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infUSion

Volume 9 Issue I Fall 2011

See what we are talking about in our

“Table Talks” Issue!

Editor-in-Chief, Lilly Workneh(L), and Managing Editor, Brittney Holmes(R).

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A Letter From the Editor “table talks” issue!

e welcome you to join the staff of infUSion as we celebrate the close of yet another issue! This time around, we have taken each factor of this magazine to another level. Our stories deliver quality journalism, our pictures exceed 1,000 words and our layouts are clean-cut and contemporary. Our staff of talented writers, photographers, designers, advertisers and editors invites you to our “Table Talks” issue where we gather and discuss stories that reflect the thoughts, topics and chit chats that occur during these moments of unity and discussion. Whether it is the family table debate on video games and their portrayal of violence (pg.34), or the business round table discussions on just how much money is really going into the athletic association (pg.56), -- the stories in this issue tackle topics we show concern for as individuals, family members, future business leaders, and college students. Then, there are some of us who come from different backgrounds. What happens to a foster child who has lived with 20 families, sat at 20 different family tables, and attended 18 schools (pg.54)? Or, what are those with families in Somalia doing to help relatives back home whose family tables are bare (pg.16)? We address each of these topics, questions, issues and dilemmas. Our staff is an unstoppable force that can tackle any local or global news and package it all in one groundbreaking magazine we deliver to you each semester. We attempt to bring the students and faculty at The University of Georgia together and get a few sparks going that light thoughts acknowledging and celebrating the diversity on this campus. Each issue of infUSion serves to provide unity and every page reflects the hard work put forth from a dedicated staff. With it being my fifth semester participating in infUSion, I, Lilly Workneh, have witnessed a tremendous growth in the magazine’s recognition and prevalence on this campus. We have reached a record high of 60 contributors and the magazine has grown both in staff size and the number of printed pages. It all goes to show that we must be doing something right, and I’ll say cheers to that.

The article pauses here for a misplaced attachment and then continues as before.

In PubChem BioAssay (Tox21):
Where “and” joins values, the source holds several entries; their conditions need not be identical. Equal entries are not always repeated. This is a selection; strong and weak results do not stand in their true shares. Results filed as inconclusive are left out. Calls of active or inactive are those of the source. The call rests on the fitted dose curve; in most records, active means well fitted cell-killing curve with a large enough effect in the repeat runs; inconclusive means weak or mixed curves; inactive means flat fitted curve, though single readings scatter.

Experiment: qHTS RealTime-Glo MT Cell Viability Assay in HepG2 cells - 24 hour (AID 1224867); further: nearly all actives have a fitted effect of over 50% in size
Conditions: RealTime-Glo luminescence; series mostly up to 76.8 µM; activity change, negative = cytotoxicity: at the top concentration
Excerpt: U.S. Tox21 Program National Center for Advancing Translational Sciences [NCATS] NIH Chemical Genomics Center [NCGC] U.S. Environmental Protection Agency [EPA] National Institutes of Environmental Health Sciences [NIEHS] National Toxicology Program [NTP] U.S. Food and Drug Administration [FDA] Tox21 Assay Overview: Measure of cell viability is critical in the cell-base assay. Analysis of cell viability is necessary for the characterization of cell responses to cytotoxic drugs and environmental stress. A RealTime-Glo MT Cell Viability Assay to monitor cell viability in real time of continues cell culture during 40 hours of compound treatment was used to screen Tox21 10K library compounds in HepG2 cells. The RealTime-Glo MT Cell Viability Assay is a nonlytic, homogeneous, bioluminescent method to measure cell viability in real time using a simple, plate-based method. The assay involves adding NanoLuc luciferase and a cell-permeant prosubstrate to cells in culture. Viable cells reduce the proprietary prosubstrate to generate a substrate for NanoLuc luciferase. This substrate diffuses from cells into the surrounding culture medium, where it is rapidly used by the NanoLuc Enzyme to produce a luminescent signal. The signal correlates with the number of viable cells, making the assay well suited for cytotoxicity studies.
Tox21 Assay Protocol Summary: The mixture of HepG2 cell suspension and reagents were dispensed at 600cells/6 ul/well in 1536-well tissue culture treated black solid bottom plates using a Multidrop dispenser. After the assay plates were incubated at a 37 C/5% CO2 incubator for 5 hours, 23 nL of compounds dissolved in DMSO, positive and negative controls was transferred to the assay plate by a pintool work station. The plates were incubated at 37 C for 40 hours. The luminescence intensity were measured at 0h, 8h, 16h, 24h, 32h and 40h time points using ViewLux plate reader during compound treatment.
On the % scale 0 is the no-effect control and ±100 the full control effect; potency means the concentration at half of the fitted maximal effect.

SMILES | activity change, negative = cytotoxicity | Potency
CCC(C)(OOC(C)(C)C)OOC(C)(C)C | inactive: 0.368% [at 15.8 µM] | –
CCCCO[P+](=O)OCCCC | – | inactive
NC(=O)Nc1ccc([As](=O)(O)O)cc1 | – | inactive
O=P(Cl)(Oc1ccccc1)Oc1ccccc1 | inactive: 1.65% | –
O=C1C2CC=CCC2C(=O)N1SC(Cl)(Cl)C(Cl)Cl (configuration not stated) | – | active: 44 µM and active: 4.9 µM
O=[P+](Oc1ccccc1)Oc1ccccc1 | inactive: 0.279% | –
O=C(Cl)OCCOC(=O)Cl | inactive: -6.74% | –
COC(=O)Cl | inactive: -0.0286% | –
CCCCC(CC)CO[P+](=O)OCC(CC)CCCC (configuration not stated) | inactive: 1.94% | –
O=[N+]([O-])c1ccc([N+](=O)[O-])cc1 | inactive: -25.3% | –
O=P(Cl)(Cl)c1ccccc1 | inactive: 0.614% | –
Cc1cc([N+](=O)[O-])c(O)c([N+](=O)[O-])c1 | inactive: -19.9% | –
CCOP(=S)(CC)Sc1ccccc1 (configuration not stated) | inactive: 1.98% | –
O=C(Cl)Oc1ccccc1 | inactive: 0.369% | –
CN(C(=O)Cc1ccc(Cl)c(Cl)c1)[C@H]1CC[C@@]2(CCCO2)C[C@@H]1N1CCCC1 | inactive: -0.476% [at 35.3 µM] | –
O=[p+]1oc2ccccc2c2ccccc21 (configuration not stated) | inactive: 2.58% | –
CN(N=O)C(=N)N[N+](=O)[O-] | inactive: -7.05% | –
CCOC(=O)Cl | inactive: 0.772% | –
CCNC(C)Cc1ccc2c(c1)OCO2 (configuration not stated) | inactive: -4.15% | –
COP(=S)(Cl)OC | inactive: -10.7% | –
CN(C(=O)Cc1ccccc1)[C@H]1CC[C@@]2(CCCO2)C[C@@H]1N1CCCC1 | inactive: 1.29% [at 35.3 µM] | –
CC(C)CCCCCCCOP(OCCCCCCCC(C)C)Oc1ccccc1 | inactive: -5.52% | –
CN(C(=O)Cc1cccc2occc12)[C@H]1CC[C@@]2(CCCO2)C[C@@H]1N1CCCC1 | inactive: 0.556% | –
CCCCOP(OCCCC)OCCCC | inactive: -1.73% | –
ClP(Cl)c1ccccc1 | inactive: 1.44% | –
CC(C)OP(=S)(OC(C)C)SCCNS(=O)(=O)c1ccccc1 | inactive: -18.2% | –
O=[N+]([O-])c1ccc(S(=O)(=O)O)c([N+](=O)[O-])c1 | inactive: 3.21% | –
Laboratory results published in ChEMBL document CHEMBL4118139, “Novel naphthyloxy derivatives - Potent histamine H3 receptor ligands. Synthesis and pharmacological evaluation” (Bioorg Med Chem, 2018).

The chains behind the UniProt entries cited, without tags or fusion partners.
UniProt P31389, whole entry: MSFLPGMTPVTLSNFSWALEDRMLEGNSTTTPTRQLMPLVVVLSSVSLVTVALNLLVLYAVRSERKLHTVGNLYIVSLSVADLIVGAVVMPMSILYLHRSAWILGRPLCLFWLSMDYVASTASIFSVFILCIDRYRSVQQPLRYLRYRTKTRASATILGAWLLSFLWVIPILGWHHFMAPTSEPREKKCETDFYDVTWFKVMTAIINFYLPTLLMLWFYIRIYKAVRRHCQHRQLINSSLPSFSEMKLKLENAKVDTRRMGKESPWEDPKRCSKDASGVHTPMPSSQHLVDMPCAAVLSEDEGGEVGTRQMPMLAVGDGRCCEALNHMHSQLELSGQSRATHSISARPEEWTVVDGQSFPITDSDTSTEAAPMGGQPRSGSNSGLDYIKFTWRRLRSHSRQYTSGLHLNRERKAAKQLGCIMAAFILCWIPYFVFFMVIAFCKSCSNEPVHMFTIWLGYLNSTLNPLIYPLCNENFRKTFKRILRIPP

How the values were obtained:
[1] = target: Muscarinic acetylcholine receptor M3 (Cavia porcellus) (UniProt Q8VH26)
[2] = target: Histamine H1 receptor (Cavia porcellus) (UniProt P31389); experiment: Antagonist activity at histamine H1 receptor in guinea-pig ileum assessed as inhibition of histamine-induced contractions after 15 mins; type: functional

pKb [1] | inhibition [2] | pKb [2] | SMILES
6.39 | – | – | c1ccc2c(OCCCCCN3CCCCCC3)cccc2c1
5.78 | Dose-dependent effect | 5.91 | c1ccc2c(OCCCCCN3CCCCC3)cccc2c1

Enjoy!

Lilly Workneh Brittney Holmes Editor-in-Chief Managing Editor

Lilly Workneh

CONTENTS
news
lifestyle

6
features

40
Sports

16

50

entertainment

opinions

26

58

masthead
Editor-in-Chief Lilly Workneh Managing Editor Brittney Holmes News Director Maggie Siu Business Director Brittany McGuirt Chief Copy Editor Nicollette Higgs News Editor
Yetunde Ogunaskin Thaurice Milloy Eleanor Garrett Maya Clark Mica David Jessica Johnson

Advertising Director Advertising Team
Breanna Price Janai Crudup Teanna Glass Latasha Gray

MN$,*>$@#"//&>$.,&$6'(&?$N$ -*/$)#&&O$10.$.,&#&$-*/$ ("$"(&$."$-&6@"%&$%&$ ."$.,&$6*(>$")$)#&&>"%?$N$ -*/$*$/.#*(C&#$'($*$ /.#*(C&$6*(>P$Q*##'&.$ G01%*($
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Audrey Perdue Brittany Ray Lindsay Jean-Louis Gaoli Moua Zach Parker

Writers

Sports Editor
Melanie Watson Alexandra Huff Abigail Hill Amanda Hauther Melanie Watson

Writers

Features Edtior
Nina Kamber Caroline Wingate Chiara Gustafon Alyson Wright Gina Yu Taylor Williams

Chief Photographer
Jasmine Bonds Erin Smith DeKeisha Teasley Chiara Van Tubbergen

Writers

Photographers

Jordan Lewis

Opinions Editor
Molly Berg Jade Valdes Amberley Ransom Kathleen Campbell Sasah Daniels Zulaikah Bilal Zach Parker

Writers

Entertainment Editor
Krystle Drew Parys Grigsby Kathryn Kao Amber Gober Meredith Seay Ana Lopez Courtney Emery

Graduate Advisor
Courtney JonesStevens

Writers

Cover Art

Art Director:
Denver Blackwell Brittany Myers Quinten Davies Crystal Desai Sylar Rubel Kristen Robinson Jessica Washington Lilly Workneh

Art Designers

Lifestyle Editor
Raisa Habersham

Writers

infusion magazine 229 Memorial Hall University of Georgia Athens, GA 30602

Jordan Lewis

Interested in joining the staff/sending in letters to the editor? Contact us at infusionmagazine@gmail.com

Save the Date!!!
Diversity Business Expo

UGA’s TOP TALENT
February 10, 2012
Tate Grand Ballroom II

Brought to you by the Terry College of Business. Freshmen and Sophomores compete for the opportunity to win internships and leadership development programs.

Open to Freshman & Sophomores only!!
For more information visit www.terry.uga.edu/diversity or contact Randy Groomes at rgroomes@uga.edu

University

Financial Responsibility

Promotes

By Brittini Ray